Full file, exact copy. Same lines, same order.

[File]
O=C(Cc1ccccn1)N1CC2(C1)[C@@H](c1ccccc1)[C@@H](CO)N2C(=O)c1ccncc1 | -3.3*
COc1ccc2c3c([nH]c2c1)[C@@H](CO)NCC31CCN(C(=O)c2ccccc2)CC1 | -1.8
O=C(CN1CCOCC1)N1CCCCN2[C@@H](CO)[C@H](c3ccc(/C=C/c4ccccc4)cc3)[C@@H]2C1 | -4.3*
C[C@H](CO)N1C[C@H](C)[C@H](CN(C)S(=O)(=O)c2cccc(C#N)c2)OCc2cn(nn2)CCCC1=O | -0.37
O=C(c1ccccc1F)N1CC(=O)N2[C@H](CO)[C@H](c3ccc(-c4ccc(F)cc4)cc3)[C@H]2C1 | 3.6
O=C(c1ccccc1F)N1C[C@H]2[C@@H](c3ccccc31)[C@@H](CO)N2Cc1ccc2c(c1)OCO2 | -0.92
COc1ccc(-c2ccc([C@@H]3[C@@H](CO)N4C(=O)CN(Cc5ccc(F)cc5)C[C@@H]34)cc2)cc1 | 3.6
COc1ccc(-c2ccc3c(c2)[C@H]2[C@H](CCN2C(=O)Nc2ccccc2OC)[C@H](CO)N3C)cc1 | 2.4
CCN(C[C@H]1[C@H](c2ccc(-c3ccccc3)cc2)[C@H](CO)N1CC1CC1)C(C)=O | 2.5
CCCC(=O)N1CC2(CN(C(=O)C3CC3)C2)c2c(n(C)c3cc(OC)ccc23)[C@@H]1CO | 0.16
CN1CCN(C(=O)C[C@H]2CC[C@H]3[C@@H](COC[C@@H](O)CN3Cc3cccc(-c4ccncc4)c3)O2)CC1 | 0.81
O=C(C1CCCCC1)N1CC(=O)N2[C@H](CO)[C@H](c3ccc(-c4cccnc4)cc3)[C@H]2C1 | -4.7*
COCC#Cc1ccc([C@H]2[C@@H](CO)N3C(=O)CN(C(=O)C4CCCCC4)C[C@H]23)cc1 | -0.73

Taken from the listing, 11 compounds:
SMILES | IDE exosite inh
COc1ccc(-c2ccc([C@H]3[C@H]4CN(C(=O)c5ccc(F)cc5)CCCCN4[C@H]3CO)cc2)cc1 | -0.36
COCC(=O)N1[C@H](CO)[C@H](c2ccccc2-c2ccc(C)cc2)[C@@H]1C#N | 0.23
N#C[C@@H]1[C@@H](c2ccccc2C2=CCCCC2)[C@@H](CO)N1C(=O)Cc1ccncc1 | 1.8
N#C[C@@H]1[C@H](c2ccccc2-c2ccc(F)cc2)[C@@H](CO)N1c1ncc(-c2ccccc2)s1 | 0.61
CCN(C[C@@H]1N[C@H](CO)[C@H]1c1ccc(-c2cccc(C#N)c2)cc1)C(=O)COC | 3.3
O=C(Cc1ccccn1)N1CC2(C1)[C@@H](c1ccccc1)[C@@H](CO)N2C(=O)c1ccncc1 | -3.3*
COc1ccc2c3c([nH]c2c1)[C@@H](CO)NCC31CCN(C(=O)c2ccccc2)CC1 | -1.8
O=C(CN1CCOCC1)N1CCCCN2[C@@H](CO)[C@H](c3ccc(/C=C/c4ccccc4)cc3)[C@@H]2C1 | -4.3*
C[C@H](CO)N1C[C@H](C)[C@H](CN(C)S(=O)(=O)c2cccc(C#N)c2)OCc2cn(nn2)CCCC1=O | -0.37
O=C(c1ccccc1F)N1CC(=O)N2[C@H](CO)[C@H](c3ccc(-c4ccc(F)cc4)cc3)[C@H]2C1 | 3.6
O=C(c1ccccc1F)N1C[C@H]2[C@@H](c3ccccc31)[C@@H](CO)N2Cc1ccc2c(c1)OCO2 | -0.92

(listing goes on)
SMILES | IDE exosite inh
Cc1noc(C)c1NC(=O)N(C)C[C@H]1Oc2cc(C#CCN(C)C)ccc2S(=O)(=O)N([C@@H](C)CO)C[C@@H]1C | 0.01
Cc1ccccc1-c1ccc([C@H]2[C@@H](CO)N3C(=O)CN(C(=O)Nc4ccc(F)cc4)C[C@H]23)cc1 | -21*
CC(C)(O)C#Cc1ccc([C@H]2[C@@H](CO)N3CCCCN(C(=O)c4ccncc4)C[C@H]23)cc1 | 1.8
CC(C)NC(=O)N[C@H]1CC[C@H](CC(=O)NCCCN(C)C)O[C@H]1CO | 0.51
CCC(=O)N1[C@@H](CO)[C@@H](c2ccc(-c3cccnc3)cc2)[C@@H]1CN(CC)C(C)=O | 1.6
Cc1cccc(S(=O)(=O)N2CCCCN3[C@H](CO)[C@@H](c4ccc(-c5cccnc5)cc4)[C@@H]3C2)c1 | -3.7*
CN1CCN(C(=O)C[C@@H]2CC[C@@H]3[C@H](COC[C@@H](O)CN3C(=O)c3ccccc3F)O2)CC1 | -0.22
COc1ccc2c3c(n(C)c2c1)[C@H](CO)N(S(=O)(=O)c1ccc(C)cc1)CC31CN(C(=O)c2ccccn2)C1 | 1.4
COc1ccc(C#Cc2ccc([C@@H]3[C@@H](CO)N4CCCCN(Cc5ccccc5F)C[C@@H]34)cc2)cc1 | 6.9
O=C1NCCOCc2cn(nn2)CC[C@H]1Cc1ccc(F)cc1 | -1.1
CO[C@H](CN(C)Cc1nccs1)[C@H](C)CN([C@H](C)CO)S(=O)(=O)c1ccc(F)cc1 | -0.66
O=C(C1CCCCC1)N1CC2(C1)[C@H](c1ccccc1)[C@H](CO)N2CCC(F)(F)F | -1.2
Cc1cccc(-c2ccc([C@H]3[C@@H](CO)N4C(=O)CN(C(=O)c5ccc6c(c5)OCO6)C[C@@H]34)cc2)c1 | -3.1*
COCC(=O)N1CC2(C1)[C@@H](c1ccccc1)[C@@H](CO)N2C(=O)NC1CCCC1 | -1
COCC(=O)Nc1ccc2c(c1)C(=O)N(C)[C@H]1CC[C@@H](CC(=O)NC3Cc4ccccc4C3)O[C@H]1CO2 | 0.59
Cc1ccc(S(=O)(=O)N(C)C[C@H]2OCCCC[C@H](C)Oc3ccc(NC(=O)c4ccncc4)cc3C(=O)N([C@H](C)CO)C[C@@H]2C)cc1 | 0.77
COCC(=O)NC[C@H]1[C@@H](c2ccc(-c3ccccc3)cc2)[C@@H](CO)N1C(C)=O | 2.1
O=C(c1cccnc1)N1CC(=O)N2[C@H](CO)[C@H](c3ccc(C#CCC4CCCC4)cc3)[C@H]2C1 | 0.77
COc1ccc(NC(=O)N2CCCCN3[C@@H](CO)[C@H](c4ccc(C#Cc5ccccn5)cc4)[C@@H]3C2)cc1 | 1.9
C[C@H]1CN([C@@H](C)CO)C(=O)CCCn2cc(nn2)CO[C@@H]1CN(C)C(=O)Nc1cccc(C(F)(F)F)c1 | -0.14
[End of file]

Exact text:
O=C(Cc1ccccn1)N1CC2(C1)[C@@H](c1ccccc1)[C@@H](CO)N2C(=O)c1ccncc1 | -3.3*
COc1ccc2c3c([nH]c2c1)[C@@H](CO)NCC31CCN(C(=O)c2ccccc2)CC1 | -1.8
O=C(CN1CCOCC1)N1CCCCN2[C@@H](CO)[C@H](c3ccc(/C=C/c4ccccc4)cc3)[C@@H]2C1 | -4.3*
C[C@H](CO)N1C[C@H](C)[C@H](CN(C)S(=O)(=O)c2cccc(C#N)c2)OCc2cn(nn2)CCCC1=O | -0.37
O=C(c1ccccc1F)N1CC(=O)N2[C@H](CO)[C@H](c3ccc(-c4ccc(F)cc4)cc3)[C@H]2C1 | 3.6
O=C(c1ccccc1F)N1C[C@H]2[C@@H](c3ccccc31)[C@@H](CO)N2Cc1ccc2c(c1)OCO2 | -0.92
COc1ccc(-c2ccc([C@@H]3[C@@H](CO)N4C(=O)CN(Cc5ccc(F)cc5)C[C@@H]34)cc2)cc1 | 3.6
COc1ccc(-c2ccc3c(c2)[C@H]2[C@H](CCN2C(=O)Nc2ccccc2OC)[C@H](CO)N3C)cc1 | 2.4
CCN(C[C@H]1[C@H](c2ccc(-c3ccccc3)cc2)[C@H](CO)N1CC1CC1)C(C)=O | 2.5
CCCC(=O)N1CC2(CN(C(=O)C3CC3)C2)c2c(n(C)c3cc(OC)ccc23)[C@@H]1CO | 0.16
CN1CCN(C(=O)C[C@H]2CC[C@H]3[C@@H](COC[C@@H](O)CN3Cc3cccc(-c4ccncc4)c3)O2)CC1 | 0.81
O=C(C1CCCCC1)N1CC(=O)N2[C@H](CO)[C@H](c3ccc(-c4cccnc4)cc3)[C@H]2C1 | -4.7*
COCC#Cc1ccc([C@H]2[C@@H](CO)N3C(=O)CN(C(=O)C4CCCCC4)C[C@H]23)cc1 | -0.73

Taken from the listing, 11 compounds:
SMILES | IDE exosite inh
COc1ccc(-c2ccc([C@H]3[C@H]4CN(C(=O)c5ccc(F)cc5)CCCCN4[C@H]3CO)cc2)cc1 | -0.36
COCC(=O)N1[C@H](CO)[C@H](c2ccccc2-c2ccc(C)cc2)[C@@H]1C#N | 0.23
N#C[C@@H]1[C@@H](c2ccccc2C2=CCCCC2)[C@@H](CO)N1C(=O)Cc1ccncc1 | 1.8
N#C[C@@H]1[C@H](c2ccccc2-c2ccc(F)cc2)[C@@H](CO)N1c1ncc(-c2ccccc2)s1 | 0.61
CCN(C[C@@H]1N[C@H](CO)[C@H]1c1ccc(-c2cccc(C#N)c2)cc1)C(=O)COC | 3.3
O=C(Cc1ccccn1)N1CC2(C1)[C@@H](c1ccccc1)[C@@H](CO)N2C(=O)c1ccncc1 | -3.3*
COc1ccc2c3c([nH]c2c1)[C@@H](CO)NCC31CCN(C(=O)c2ccccc2)CC1 | -1.8
O=C(CN1CCOCC1)N1CCCCN2[C@@H](CO)[C@H](c3ccc(/C=C/c4ccccc4)cc3)[C@@H]2C1 | -4.3*
C[C@H](CO)N1C[C@H](C)[C@H](CN(C)S(=O)(=O)c2cccc(C#N)c2)OCc2cn(nn2)CCCC1=O | -0.37
O=C(c1ccccc1F)N1CC(=O)N2[C@H](CO)[C@H](c3ccc(-c4ccc(F)cc4)cc3)[C@H]2C1 | 3.6
O=C(c1ccccc1F)N1C[C@H]2[C@@H](c3ccccc31)[C@@H](CO)N2Cc1ccc2c(c1)OCO2 | -0.92

(listing goes on)
SMILES | IDE exosite inh
Cc1noc(C)c1NC(=O)N(C)C[C@H]1Oc2cc(C#CCN(C)C)ccc2S(=O)(=O)N([C@@H](C)CO)C[C@@H]1C | 0.01
Cc1ccccc1-c1ccc([C@H]2[C@@H](CO)N3C(=O)CN(C(=O)Nc4ccc(F)cc4)C[C@H]23)cc1 | -21*
CC(C)(O)C#Cc1ccc([C@H]2[C@@H](CO)N3CCCCN(C(=O)c4ccncc4)C[C@H]23)cc1 | 1.8
CC(C)NC(=O)N[C@H]1CC[C@H](CC(=O)NCCCN(C)C)O[C@H]1CO | 0.51
CCC(=O)N1[C@@H](CO)[C@@H](c2ccc(-c3cccnc3)cc2)[C@@H]1CN(CC)C(C)=O | 1.6
Cc1cccc(S(=O)(=O)N2CCCCN3[C@H](CO)[C@@H](c4ccc(-c5cccnc5)cc4)[C@@H]3C2)c1 | -3.7*
CN1CCN(C(=O)C[C@@H]2CC[C@@H]3[C@H](COC[C@@H](O)CN3C(=O)c3ccccc3F)O2)CC1 | -0.22
COc1ccc2c3c(n(C)c2c1)[C@H](CO)N(S(=O)(=O)c1ccc(C)cc1)CC31CN(C(=O)c2ccccn2)C1 | 1.4
COc1ccc(C#Cc2ccc([C@@H]3[C@@H](CO)N4CCCCN(Cc5ccccc5F)C[C@@H]34)cc2)cc1 | 6.9
O=C1NCCOCc2cn(nn2)CC[C@H]1Cc1ccc(F)cc1 | -1.1
CO[C@H](CN(C)Cc1nccs1)[C@H](C)CN([C@H](C)CO)S(=O)(=O)c1ccc(F)cc1 | -0.66
O=C(C1CCCCC1)N1CC2(C1)[C@H](c1ccccc1)[C@H](CO)N2CCC(F)(F)F | -1.2
Cc1cccc(-c2ccc([C@H]3[C@@H](CO)N4C(=O)CN(C(=O)c5ccc6c(c5)OCO6)C[C@@H]34)cc2)c1 | -3.1*
COCC(=O)N1CC2(C1)[C@@H](c1ccccc1)[C@@H](CO)N2C(=O)NC1CCCC1 | -1
COCC(=O)Nc1ccc2c(c1)C(=O)N(C)[C@H]1CC[C@@H](CC(=O)NC3Cc4ccccc4C3)O[C@H]1CO2 | 0.59
Cc1ccc(S(=O)(=O)N(C)C[C@H]2OCCCC[C@H](C)Oc3ccc(NC(=O)c4ccncc4)cc3C(=O)N([C@H](C)CO)C[C@@H]2C)cc1 | 0.77
COCC(=O)NC[C@H]1[C@@H](c2ccc(-c3ccccc3)cc2)[C@@H](CO)N1C(C)=O | 2.1
O=C(c1cccnc1)N1CC(=O)N2[C@H](CO)[C@H](c3ccc(C#CCC4CCCC4)cc3)[C@H]2C1 | 0.77
COc1ccc(NC(=O)N2CCCCN3[C@@H](CO)[C@H](c4ccc(C#Cc5ccccn5)cc4)[C@@H]3C2)cc1 | 1.9
C[C@H]1CN([C@@H](C)CO)C(=O)CCCn2cc(nn2)CO[C@@H]1CN(C)C(=O)Nc1cccc(C(F)(F)F)c1 | -0.14